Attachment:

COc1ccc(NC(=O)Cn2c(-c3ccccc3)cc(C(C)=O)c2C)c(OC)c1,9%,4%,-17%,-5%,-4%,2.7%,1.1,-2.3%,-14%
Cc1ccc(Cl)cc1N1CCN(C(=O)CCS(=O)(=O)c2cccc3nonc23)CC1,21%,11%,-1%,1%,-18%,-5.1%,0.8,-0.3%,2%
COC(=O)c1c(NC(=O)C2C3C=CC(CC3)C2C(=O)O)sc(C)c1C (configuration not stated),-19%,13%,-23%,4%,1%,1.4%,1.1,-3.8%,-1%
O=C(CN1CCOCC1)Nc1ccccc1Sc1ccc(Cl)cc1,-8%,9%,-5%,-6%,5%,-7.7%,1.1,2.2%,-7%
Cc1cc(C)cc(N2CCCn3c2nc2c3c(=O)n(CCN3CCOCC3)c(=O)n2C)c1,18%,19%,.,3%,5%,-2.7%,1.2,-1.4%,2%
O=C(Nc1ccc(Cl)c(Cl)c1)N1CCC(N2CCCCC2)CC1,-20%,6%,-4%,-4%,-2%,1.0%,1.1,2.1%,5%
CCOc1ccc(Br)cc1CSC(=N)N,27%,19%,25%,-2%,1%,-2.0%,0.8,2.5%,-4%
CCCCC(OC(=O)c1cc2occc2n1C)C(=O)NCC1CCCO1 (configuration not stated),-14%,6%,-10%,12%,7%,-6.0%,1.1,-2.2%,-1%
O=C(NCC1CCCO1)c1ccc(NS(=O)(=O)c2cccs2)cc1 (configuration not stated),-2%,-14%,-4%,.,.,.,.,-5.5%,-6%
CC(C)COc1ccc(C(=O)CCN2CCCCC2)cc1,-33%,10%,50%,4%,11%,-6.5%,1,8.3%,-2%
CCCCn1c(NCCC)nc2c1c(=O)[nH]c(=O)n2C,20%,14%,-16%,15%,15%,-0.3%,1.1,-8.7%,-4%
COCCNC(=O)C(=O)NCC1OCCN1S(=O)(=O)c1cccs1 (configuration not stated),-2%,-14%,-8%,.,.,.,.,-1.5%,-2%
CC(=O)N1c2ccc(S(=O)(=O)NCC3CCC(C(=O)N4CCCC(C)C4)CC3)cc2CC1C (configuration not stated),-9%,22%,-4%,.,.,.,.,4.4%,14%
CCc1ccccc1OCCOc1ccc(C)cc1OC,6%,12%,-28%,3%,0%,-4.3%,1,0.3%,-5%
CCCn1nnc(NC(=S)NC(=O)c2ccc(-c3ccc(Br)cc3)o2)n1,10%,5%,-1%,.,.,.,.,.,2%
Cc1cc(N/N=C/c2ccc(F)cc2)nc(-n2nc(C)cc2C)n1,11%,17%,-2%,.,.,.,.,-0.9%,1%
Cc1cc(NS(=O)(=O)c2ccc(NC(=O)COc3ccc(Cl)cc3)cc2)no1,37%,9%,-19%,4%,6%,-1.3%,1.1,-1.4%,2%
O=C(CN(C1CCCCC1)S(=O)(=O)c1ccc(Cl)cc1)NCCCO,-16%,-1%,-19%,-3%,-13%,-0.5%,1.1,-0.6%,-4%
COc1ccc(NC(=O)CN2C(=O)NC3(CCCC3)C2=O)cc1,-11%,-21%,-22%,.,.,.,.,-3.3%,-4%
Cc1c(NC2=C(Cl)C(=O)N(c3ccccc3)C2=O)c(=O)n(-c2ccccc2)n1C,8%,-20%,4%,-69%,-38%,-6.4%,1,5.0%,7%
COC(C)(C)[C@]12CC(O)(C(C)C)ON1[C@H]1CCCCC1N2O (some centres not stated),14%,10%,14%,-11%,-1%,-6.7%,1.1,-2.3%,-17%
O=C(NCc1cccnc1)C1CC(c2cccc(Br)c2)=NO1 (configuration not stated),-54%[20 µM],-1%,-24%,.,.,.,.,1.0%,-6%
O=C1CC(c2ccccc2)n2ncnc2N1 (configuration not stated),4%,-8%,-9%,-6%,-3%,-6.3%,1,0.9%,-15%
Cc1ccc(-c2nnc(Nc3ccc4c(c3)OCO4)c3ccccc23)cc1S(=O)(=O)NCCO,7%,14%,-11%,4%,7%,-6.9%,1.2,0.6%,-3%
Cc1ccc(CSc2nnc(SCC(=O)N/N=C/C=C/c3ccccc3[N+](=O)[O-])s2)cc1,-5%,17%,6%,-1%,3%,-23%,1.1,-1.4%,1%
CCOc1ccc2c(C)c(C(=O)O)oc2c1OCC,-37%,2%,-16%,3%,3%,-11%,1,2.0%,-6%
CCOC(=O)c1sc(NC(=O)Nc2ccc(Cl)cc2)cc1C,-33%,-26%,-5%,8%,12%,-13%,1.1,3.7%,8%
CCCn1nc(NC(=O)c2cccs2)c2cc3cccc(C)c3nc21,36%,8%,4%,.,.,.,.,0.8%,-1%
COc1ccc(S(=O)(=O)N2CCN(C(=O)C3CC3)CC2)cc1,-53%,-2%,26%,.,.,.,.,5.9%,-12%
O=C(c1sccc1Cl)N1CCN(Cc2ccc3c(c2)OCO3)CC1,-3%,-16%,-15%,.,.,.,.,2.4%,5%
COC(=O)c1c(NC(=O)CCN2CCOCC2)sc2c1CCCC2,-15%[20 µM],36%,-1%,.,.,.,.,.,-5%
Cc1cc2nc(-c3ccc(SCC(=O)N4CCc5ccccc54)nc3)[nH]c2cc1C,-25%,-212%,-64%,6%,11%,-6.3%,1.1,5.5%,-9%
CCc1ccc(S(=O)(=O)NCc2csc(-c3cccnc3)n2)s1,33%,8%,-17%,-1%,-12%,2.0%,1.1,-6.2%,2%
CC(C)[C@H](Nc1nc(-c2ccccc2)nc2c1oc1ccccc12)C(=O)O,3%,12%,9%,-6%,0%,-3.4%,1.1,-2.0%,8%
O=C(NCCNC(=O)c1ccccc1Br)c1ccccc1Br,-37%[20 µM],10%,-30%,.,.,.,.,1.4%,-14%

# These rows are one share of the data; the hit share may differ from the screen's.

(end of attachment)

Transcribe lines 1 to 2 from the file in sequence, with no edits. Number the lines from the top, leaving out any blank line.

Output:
COc1ccc(NC(=O)Cn2c(-c3ccccc3)cc(C(C)=O)c2C)c(OC)c1,9%,4%,-17%,-5%,-4%,2.7%,1.1,-2.3%,-14%
Cc1ccc(Cl)cc1N1CCN(C(=O)CCS(=O)(=O)c2cccc3nonc23)CC1,21%,11%,-1%,1%,-18%,-5.1%,0.8,-0.3%,2%